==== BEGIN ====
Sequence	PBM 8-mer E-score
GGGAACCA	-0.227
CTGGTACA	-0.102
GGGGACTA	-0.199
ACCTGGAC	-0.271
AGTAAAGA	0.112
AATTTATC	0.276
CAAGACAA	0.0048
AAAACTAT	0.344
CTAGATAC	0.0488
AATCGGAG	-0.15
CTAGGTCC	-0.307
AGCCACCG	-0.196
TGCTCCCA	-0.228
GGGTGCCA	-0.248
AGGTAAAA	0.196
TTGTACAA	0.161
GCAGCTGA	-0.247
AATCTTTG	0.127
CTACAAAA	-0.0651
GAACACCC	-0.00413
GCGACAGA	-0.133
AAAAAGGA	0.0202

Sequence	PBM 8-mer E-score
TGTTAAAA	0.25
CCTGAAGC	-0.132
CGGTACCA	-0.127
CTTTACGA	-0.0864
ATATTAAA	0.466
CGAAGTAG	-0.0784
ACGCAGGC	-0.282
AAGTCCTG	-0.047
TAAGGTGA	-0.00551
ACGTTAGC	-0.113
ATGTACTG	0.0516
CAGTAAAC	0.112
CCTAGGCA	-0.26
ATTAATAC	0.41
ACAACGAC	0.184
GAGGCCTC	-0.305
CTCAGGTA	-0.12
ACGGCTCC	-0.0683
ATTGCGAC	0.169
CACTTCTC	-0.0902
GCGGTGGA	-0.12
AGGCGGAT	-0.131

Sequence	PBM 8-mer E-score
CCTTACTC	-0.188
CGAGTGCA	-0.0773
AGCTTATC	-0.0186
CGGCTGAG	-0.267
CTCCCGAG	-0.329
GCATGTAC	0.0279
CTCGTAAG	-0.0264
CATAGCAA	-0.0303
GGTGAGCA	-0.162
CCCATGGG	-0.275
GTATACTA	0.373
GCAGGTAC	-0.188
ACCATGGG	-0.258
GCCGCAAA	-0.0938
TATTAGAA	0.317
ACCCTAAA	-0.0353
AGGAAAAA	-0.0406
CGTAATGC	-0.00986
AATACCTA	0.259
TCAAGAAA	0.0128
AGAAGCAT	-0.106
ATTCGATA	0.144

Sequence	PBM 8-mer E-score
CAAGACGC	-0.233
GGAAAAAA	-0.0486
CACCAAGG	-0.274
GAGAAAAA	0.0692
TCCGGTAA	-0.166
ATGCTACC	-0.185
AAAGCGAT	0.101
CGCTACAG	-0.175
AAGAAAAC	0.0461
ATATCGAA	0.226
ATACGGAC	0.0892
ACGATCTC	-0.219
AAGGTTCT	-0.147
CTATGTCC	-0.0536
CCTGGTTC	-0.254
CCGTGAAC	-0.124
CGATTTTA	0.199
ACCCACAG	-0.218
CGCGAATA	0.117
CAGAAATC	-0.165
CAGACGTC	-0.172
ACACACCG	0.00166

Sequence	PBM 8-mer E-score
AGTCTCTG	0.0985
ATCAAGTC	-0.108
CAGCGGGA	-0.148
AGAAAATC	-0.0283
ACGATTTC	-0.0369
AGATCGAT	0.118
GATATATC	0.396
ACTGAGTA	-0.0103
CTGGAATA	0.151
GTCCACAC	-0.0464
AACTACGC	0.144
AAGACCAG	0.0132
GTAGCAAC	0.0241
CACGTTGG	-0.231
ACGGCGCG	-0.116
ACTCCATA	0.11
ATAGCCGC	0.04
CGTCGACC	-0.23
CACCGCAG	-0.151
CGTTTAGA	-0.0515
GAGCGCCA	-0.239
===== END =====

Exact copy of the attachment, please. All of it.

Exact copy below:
Sequence	PBM 8-mer E-score
GGGAACCA	-0.227
CTGGTACA	-0.102
GGGGACTA	-0.199
ACCTGGAC	-0.271
AGTAAAGA	0.112
AATTTATC	0.276
CAAGACAA	0.0048
AAAACTAT	0.344
CTAGATAC	0.0488
AATCGGAG	-0.15
CTAGGTCC	-0.307
AGCCACCG	-0.196
TGCTCCCA	-0.228
GGGTGCCA	-0.248
AGGTAAAA	0.196
TTGTACAA	0.161
GCAGCTGA	-0.247
AATCTTTG	0.127
CTACAAAA	-0.0651
GAACACCC	-0.00413
GCGACAGA	-0.133
AAAAAGGA	0.0202

Sequence	PBM 8-mer E-score
TGTTAAAA	0.25
CCTGAAGC	-0.132
CGGTACCA	-0.127
CTTTACGA	-0.0864
ATATTAAA	0.466
CGAAGTAG	-0.0784
ACGCAGGC	-0.282
AAGTCCTG	-0.047
TAAGGTGA	-0.00551
ACGTTAGC	-0.113
ATGTACTG	0.0516
CAGTAAAC	0.112
CCTAGGCA	-0.26
ATTAATAC	0.41
ACAACGAC	0.184
GAGGCCTC	-0.305
CTCAGGTA	-0.12
ACGGCTCC	-0.0683
ATTGCGAC	0.169
CACTTCTC	-0.0902
GCGGTGGA	-0.12
AGGCGGAT	-0.131

Sequence	PBM 8-mer E-score
CCTTACTC	-0.188
CGAGTGCA	-0.0773
AGCTTATC	-0.0186
CGGCTGAG	-0.267
CTCCCGAG	-0.329
GCATGTAC	0.0279
CTCGTAAG	-0.0264
CATAGCAA	-0.0303
GGTGAGCA	-0.162
CCCATGGG	-0.275
GTATACTA	0.373
GCAGGTAC	-0.188
ACCATGGG	-0.258
GCCGCAAA	-0.0938
TATTAGAA	0.317
ACCCTAAA	-0.0353
AGGAAAAA	-0.0406
CGTAATGC	-0.00986
AATACCTA	0.259
TCAAGAAA	0.0128
AGAAGCAT	-0.106
ATTCGATA	0.144

Sequence	PBM 8-mer E-score
CAAGACGC	-0.233
GGAAAAAA	-0.0486
CACCAAGG	-0.274
GAGAAAAA	0.0692
TCCGGTAA	-0.166
ATGCTACC	-0.185
AAAGCGAT	0.101
CGCTACAG	-0.175
AAGAAAAC	0.0461
ATATCGAA	0.226
ATACGGAC	0.0892
ACGATCTC	-0.219
AAGGTTCT	-0.147
CTATGTCC	-0.0536
CCTGGTTC	-0.254
CCGTGAAC	-0.124
CGATTTTA	0.199
ACCCACAG	-0.218
CGCGAATA	0.117
CAGAAATC	-0.165
CAGACGTC	-0.172
ACACACCG	0.00166

Sequence	PBM 8-mer E-score
AGTCTCTG	0.0985
ATCAAGTC	-0.108
CAGCGGGA	-0.148
AGAAAATC	-0.0283
ACGATTTC	-0.0369
AGATCGAT	0.118
GATATATC	0.396
ACTGAGTA	-0.0103
CTGGAATA	0.151
GTCCACAC	-0.0464
AACTACGC	0.144
AAGACCAG	0.0132
GTAGCAAC	0.0241
CACGTTGG	-0.231
ACGGCGCG	-0.116
ACTCCATA	0.11
ATAGCCGC	0.04
CGTCGACC	-0.23
CACCGCAG	-0.151
CGTTTAGA	-0.0515
GAGCGCCA	-0.239